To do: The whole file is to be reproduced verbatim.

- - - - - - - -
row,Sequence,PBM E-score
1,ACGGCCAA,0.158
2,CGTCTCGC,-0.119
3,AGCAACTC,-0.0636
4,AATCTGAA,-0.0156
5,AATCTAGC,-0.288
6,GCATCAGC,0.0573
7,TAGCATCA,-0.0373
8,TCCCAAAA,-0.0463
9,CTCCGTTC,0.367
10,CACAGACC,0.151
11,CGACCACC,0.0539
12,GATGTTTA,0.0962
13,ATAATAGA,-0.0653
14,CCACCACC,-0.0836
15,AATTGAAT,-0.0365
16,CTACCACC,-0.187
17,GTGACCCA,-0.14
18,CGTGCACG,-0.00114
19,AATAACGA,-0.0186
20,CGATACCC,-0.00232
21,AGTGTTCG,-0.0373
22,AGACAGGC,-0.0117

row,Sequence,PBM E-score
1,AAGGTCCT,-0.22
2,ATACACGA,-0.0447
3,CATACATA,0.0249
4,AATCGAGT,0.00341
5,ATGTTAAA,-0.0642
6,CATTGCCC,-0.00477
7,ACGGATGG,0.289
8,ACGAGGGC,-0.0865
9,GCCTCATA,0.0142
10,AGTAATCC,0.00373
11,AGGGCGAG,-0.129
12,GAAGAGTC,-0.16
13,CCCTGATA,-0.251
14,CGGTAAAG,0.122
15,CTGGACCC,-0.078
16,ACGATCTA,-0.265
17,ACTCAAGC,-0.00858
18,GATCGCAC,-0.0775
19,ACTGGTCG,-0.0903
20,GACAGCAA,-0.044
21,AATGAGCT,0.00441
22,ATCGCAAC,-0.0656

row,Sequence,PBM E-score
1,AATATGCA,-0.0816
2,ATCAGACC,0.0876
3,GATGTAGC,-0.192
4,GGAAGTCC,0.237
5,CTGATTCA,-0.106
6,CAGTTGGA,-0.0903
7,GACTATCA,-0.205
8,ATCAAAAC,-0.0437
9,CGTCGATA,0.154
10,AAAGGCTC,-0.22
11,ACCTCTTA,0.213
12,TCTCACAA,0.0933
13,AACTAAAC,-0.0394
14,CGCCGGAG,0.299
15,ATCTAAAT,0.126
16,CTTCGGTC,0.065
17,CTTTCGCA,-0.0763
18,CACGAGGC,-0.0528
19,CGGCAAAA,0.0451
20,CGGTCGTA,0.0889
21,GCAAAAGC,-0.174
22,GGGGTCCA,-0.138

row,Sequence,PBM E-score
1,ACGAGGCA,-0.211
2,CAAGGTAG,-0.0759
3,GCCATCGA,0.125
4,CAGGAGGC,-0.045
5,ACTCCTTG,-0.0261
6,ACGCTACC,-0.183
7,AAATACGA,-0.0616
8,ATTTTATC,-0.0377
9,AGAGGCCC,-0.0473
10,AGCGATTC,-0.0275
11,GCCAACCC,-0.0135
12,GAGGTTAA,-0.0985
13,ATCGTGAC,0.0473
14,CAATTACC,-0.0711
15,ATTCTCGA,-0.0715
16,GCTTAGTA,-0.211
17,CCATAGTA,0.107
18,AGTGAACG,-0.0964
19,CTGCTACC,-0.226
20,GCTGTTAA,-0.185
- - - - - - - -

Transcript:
row,Sequence,PBM E-score
1,ACGGCCAA,0.158
2,CGTCTCGC,-0.119
3,AGCAACTC,-0.0636
4,AATCTGAA,-0.0156
5,AATCTAGC,-0.288
6,GCATCAGC,0.0573
7,TAGCATCA,-0.0373
8,TCCCAAAA,-0.0463
9,CTCCGTTC,0.367
10,CACAGACC,0.151
11,CGACCACC,0.0539
12,GATGTTTA,0.0962
13,ATAATAGA,-0.0653
14,CCACCACC,-0.0836
15,AATTGAAT,-0.0365
16,CTACCACC,-0.187
17,GTGACCCA,-0.14
18,CGTGCACG,-0.00114
19,AATAACGA,-0.0186
20,CGATACCC,-0.00232
21,AGTGTTCG,-0.0373
22,AGACAGGC,-0.0117

row,Sequence,PBM E-score
1,AAGGTCCT,-0.22
2,ATACACGA,-0.0447
3,CATACATA,0.0249
4,AATCGAGT,0.00341
5,ATGTTAAA,-0.0642
6,CATTGCCC,-0.00477
7,ACGGATGG,0.289
8,ACGAGGGC,-0.0865
9,GCCTCATA,0.0142
10,AGTAATCC,0.00373
11,AGGGCGAG,-0.129
12,GAAGAGTC,-0.16
13,CCCTGATA,-0.251
14,CGGTAAAG,0.122
15,CTGGACCC,-0.078
16,ACGATCTA,-0.265
17,ACTCAAGC,-0.00858
18,GATCGCAC,-0.0775
19,ACTGGTCG,-0.0903
20,GACAGCAA,-0.044
21,AATGAGCT,0.00441
22,ATCGCAAC,-0.0656

row,Sequence,PBM E-score
1,AATATGCA,-0.0816
2,ATCAGACC,0.0876
3,GATGTAGC,-0.192
4,GGAAGTCC,0.237
5,CTGATTCA,-0.106
6,CAGTTGGA,-0.0903
7,GACTATCA,-0.205
8,ATCAAAAC,-0.0437
9,CGTCGATA,0.154
10,AAAGGCTC,-0.22
11,ACCTCTTA,0.213
12,TCTCACAA,0.0933
13,AACTAAAC,-0.0394
14,CGCCGGAG,0.299
15,ATCTAAAT,0.126
16,CTTCGGTC,0.065
17,CTTTCGCA,-0.0763
18,CACGAGGC,-0.0528
19,CGGCAAAA,0.0451
20,CGGTCGTA,0.0889
21,GCAAAAGC,-0.174
22,GGGGTCCA,-0.138

row,Sequence,PBM E-score
1,ACGAGGCA,-0.211
2,CAAGGTAG,-0.0759
3,GCCATCGA,0.125
4,CAGGAGGC,-0.045
5,ACTCCTTG,-0.0261
6,ACGCTACC,-0.183
7,AAATACGA,-0.0616
8,ATTTTATC,-0.0377
9,AGAGGCCC,-0.0473
10,AGCGATTC,-0.0275
11,GCCAACCC,-0.0135
12,GAGGTTAA,-0.0985
13,ATCGTGAC,0.0473
14,CAATTACC,-0.0711
15,ATTCTCGA,-0.0715
16,GCTTAGTA,-0.211
17,CCATAGTA,0.107
18,AGTGAACG,-0.0964
19,CTGCTACC,-0.226
20,GCTGTTAA,-0.185